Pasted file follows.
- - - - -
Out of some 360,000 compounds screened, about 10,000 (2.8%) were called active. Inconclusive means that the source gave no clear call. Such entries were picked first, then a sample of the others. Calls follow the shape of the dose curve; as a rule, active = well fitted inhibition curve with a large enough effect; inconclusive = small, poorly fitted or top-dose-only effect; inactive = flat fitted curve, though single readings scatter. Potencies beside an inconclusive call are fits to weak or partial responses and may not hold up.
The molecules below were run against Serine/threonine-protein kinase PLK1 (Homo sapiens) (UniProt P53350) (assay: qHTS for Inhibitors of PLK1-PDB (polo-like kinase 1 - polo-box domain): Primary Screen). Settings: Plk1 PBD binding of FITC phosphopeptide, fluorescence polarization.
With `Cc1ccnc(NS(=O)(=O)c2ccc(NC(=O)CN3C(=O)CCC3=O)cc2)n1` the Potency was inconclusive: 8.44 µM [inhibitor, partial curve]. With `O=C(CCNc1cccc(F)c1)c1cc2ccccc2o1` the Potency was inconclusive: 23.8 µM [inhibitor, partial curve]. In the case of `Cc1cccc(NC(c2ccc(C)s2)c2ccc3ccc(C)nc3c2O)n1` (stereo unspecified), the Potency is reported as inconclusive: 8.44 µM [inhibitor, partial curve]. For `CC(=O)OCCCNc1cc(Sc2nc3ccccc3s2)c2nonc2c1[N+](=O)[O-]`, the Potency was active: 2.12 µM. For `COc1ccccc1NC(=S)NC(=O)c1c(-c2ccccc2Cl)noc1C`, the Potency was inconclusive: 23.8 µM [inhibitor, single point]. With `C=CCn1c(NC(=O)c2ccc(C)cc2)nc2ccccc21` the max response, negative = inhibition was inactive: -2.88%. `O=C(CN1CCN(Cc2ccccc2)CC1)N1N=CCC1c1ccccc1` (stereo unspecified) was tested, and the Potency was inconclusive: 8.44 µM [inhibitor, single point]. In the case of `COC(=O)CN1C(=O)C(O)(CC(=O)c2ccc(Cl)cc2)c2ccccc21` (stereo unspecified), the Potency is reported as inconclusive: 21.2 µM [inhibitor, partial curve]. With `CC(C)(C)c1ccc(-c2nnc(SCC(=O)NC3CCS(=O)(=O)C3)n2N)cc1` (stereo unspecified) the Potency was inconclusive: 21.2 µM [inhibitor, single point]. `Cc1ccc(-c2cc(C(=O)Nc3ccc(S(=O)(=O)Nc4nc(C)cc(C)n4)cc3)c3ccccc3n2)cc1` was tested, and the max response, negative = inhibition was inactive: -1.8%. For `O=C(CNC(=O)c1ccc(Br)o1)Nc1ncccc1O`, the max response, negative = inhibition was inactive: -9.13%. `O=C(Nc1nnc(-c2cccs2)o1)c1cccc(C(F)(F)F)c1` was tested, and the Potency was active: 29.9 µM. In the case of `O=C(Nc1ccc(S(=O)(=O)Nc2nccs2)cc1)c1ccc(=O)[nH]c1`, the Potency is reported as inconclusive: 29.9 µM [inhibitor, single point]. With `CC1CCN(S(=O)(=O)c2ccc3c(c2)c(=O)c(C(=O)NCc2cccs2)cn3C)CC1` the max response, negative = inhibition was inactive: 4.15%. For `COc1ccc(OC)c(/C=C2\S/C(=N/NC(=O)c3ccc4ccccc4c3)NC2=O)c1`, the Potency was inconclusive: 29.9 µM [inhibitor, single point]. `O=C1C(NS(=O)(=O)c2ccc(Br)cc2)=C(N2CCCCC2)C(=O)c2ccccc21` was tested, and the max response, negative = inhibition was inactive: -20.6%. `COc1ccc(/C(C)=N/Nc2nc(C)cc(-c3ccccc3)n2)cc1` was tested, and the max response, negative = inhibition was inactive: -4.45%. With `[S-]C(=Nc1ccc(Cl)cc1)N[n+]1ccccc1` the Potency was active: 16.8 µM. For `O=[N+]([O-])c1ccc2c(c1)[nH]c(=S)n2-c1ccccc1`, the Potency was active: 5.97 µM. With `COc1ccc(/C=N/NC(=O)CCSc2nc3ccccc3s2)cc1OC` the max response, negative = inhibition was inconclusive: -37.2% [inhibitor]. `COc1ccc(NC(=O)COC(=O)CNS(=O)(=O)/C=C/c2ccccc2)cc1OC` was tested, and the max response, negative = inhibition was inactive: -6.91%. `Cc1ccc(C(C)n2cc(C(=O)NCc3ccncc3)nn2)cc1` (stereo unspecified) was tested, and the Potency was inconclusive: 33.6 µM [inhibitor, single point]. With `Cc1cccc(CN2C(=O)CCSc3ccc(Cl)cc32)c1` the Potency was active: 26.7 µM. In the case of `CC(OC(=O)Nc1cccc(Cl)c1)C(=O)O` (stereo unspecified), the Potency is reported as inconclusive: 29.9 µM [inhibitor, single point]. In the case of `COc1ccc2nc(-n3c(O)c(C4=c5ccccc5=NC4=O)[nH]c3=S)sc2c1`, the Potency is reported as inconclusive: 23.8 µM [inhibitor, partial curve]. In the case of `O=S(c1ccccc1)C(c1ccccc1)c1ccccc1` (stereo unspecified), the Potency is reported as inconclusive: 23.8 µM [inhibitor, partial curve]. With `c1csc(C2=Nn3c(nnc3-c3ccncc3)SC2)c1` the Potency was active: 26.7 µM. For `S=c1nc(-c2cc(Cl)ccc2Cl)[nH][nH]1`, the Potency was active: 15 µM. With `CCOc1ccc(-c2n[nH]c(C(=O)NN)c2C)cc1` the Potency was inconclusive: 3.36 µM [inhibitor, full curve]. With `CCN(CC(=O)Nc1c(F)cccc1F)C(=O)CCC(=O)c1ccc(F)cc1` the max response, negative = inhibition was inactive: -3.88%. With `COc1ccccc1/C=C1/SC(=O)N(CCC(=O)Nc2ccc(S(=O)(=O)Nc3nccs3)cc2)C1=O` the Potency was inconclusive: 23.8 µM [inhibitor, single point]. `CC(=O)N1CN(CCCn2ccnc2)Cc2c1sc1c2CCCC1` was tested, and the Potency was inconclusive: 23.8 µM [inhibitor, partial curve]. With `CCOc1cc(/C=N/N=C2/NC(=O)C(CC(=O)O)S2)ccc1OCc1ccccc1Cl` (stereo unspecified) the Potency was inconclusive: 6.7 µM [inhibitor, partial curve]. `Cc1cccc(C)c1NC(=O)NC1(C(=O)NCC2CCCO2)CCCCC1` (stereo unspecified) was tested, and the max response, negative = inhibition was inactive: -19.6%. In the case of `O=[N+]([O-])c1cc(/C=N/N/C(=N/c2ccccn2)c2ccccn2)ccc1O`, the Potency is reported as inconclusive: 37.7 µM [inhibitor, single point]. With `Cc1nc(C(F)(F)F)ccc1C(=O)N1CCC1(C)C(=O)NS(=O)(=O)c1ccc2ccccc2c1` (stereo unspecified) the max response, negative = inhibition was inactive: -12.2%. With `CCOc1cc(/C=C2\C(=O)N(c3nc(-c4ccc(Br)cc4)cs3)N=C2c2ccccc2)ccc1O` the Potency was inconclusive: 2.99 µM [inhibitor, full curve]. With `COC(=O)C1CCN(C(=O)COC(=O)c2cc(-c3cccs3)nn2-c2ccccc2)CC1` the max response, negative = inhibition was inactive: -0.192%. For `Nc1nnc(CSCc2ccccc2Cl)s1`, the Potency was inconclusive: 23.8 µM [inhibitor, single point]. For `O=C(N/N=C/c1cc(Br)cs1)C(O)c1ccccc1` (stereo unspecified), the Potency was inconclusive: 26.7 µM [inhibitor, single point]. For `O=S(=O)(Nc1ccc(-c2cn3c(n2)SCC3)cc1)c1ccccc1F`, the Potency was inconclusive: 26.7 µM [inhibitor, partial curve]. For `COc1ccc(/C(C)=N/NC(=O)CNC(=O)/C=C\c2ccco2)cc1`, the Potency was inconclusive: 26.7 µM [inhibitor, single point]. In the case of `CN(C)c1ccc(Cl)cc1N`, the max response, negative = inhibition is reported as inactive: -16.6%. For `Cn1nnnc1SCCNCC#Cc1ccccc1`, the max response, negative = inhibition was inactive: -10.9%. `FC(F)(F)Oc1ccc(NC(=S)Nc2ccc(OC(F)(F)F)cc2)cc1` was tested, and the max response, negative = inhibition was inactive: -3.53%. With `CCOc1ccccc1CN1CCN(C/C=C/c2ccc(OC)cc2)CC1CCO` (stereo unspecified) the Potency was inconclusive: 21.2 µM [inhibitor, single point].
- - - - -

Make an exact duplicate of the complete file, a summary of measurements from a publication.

Out of some 360,000 compounds screened, about 10,000 (2.8%) were called active. Inconclusive means that the source gave no clear call. Such entries were picked first, then a sample of the others. Calls follow the shape of the dose curve; as a rule, active = well fitted inhibition curve with a large enough effect; inconclusive = small, poorly fitted or top-dose-only effect; inactive = flat fitted curve, though single readings scatter. Potencies beside an inconclusive call are fits to weak or partial responses and may not hold up.
The molecules below were run against Serine/threonine-protein kinase PLK1 (Homo sapiens) (UniProt P53350) (assay: qHTS for Inhibitors of PLK1-PDB (polo-like kinase 1 - polo-box domain): Primary Screen). Settings: Plk1 PBD binding of FITC phosphopeptide, fluorescence polarization.
With `Cc1ccnc(NS(=O)(=O)c2ccc(NC(=O)CN3C(=O)CCC3=O)cc2)n1` the Potency was inconclusive: 8.44 µM [inhibitor, partial curve]. With `O=C(CCNc1cccc(F)c1)c1cc2ccccc2o1` the Potency was inconclusive: 23.8 µM [inhibitor, partial curve]. In the case of `Cc1cccc(NC(c2ccc(C)s2)c2ccc3ccc(C)nc3c2O)n1` (stereo unspecified), the Potency is reported as inconclusive: 8.44 µM [inhibitor, partial curve]. For `CC(=O)OCCCNc1cc(Sc2nc3ccccc3s2)c2nonc2c1[N+](=O)[O-]`, the Potency was active: 2.12 µM. For `COc1ccccc1NC(=S)NC(=O)c1c(-c2ccccc2Cl)noc1C`, the Potency was inconclusive: 23.8 µM [inhibitor, single point]. With `C=CCn1c(NC(=O)c2ccc(C)cc2)nc2ccccc21` the max response, negative = inhibition was inactive: -2.88%. `O=C(CN1CCN(Cc2ccccc2)CC1)N1N=CCC1c1ccccc1` (stereo unspecified) was tested, and the Potency was inconclusive: 8.44 µM [inhibitor, single point]. In the case of `COC(=O)CN1C(=O)C(O)(CC(=O)c2ccc(Cl)cc2)c2ccccc21` (stereo unspecified), the Potency is reported as inconclusive: 21.2 µM [inhibitor, partial curve]. With `CC(C)(C)c1ccc(-c2nnc(SCC(=O)NC3CCS(=O)(=O)C3)n2N)cc1` (stereo unspecified) the Potency was inconclusive: 21.2 µM [inhibitor, single point]. `Cc1ccc(-c2cc(C(=O)Nc3ccc(S(=O)(=O)Nc4nc(C)cc(C)n4)cc3)c3ccccc3n2)cc1` was tested, and the max response, negative = inhibition was inactive: -1.8%. For `O=C(CNC(=O)c1ccc(Br)o1)Nc1ncccc1O`, the max response, negative = inhibition was inactive: -9.13%. `O=C(Nc1nnc(-c2cccs2)o1)c1cccc(C(F)(F)F)c1` was tested, and the Potency was active: 29.9 µM. In the case of `O=C(Nc1ccc(S(=O)(=O)Nc2nccs2)cc1)c1ccc(=O)[nH]c1`, the Potency is reported as inconclusive: 29.9 µM [inhibitor, single point]. With `CC1CCN(S(=O)(=O)c2ccc3c(c2)c(=O)c(C(=O)NCc2cccs2)cn3C)CC1` the max response, negative = inhibition was inactive: 4.15%. For `COc1ccc(OC)c(/C=C2\S/C(=N/NC(=O)c3ccc4ccccc4c3)NC2=O)c1`, the Potency was inconclusive: 29.9 µM [inhibitor, single point]. `O=C1C(NS(=O)(=O)c2ccc(Br)cc2)=C(N2CCCCC2)C(=O)c2ccccc21` was tested, and the max response, negative = inhibition was inactive: -20.6%. `COc1ccc(/C(C)=N/Nc2nc(C)cc(-c3ccccc3)n2)cc1` was tested, and the max response, negative = inhibition was inactive: -4.45%. With `[S-]C(=Nc1ccc(Cl)cc1)N[n+]1ccccc1` the Potency was active: 16.8 µM. For `O=[N+]([O-])c1ccc2c(c1)[nH]c(=S)n2-c1ccccc1`, the Potency was active: 5.97 µM. With `COc1ccc(/C=N/NC(=O)CCSc2nc3ccccc3s2)cc1OC` the max response, negative = inhibition was inconclusive: -37.2% [inhibitor]. `COc1ccc(NC(=O)COC(=O)CNS(=O)(=O)/C=C/c2ccccc2)cc1OC` was tested, and the max response, negative = inhibition was inactive: -6.91%. `Cc1ccc(C(C)n2cc(C(=O)NCc3ccncc3)nn2)cc1` (stereo unspecified) was tested, and the Potency was inconclusive: 33.6 µM [inhibitor, single point]. With `Cc1cccc(CN2C(=O)CCSc3ccc(Cl)cc32)c1` the Potency was active: 26.7 µM. In the case of `CC(OC(=O)Nc1cccc(Cl)c1)C(=O)O` (stereo unspecified), the Potency is reported as inconclusive: 29.9 µM [inhibitor, single point]. In the case of `COc1ccc2nc(-n3c(O)c(C4=c5ccccc5=NC4=O)[nH]c3=S)sc2c1`, the Potency is reported as inconclusive: 23.8 µM [inhibitor, partial curve]. In the case of `O=S(c1ccccc1)C(c1ccccc1)c1ccccc1` (stereo unspecified), the Potency is reported as inconclusive: 23.8 µM [inhibitor, partial curve]. With `c1csc(C2=Nn3c(nnc3-c3ccncc3)SC2)c1` the Potency was active: 26.7 µM. For `S=c1nc(-c2cc(Cl)ccc2Cl)[nH][nH]1`, the Potency was active: 15 µM. With `CCOc1ccc(-c2n[nH]c(C(=O)NN)c2C)cc1` the Potency was inconclusive: 3.36 µM [inhibitor, full curve]. With `CCN(CC(=O)Nc1c(F)cccc1F)C(=O)CCC(=O)c1ccc(F)cc1` the max response, negative = inhibition was inactive: -3.88%. With `COc1ccccc1/C=C1/SC(=O)N(CCC(=O)Nc2ccc(S(=O)(=O)Nc3nccs3)cc2)C1=O` the Potency was inconclusive: 23.8 µM [inhibitor, single point]. `CC(=O)N1CN(CCCn2ccnc2)Cc2c1sc1c2CCCC1` was tested, and the Potency was inconclusive: 23.8 µM [inhibitor, partial curve]. With `CCOc1cc(/C=N/N=C2/NC(=O)C(CC(=O)O)S2)ccc1OCc1ccccc1Cl` (stereo unspecified) the Potency was inconclusive: 6.7 µM [inhibitor, partial curve]. `Cc1cccc(C)c1NC(=O)NC1(C(=O)NCC2CCCO2)CCCCC1` (stereo unspecified) was tested, and the max response, negative = inhibition was inactive: -19.6%. In the case of `O=[N+]([O-])c1cc(/C=N/N/C(=N/c2ccccn2)c2ccccn2)ccc1O`, the Potency is reported as inconclusive: 37.7 µM [inhibitor, single point]. With `Cc1nc(C(F)(F)F)ccc1C(=O)N1CCC1(C)C(=O)NS(=O)(=O)c1ccc2ccccc2c1` (stereo unspecified) the max response, negative = inhibition was inactive: -12.2%. With `CCOc1cc(/C=C2\C(=O)N(c3nc(-c4ccc(Br)cc4)cs3)N=C2c2ccccc2)ccc1O` the Potency was inconclusive: 2.99 µM [inhibitor, full curve]. With `COC(=O)C1CCN(C(=O)COC(=O)c2cc(-c3cccs3)nn2-c2ccccc2)CC1` the max response, negative = inhibition was inactive: -0.192%. For `Nc1nnc(CSCc2ccccc2Cl)s1`, the Potency was inconclusive: 23.8 µM [inhibitor, single point]. For `O=C(N/N=C/c1cc(Br)cs1)C(O)c1ccccc1` (stereo unspecified), the Potency was inconclusive: 26.7 µM [inhibitor, single point]. For `O=S(=O)(Nc1ccc(-c2cn3c(n2)SCC3)cc1)c1ccccc1F`, the Potency was inconclusive: 26.7 µM [inhibitor, partial curve]. For `COc1ccc(/C(C)=N/NC(=O)CNC(=O)/C=C\c2ccco2)cc1`, the Potency was inconclusive: 26.7 µM [inhibitor, single point]. In the case of `CN(C)c1ccc(Cl)cc1N`, the max response, negative = inhibition is reported as inactive: -16.6%. For `Cn1nnnc1SCCNCC#Cc1ccccc1`, the max response, negative = inhibition was inactive: -10.9%. `FC(F)(F)Oc1ccc(NC(=S)Nc2ccc(OC(F)(F)F)cc2)cc1` was tested, and the max response, negative = inhibition was inactive: -3.53%. With `CCOc1ccccc1CN1CCN(C/C=C/c2ccc(OC)cc2)CC1CCO` (stereo unspecified) the Potency was inconclusive: 21.2 µM [inhibitor, single point].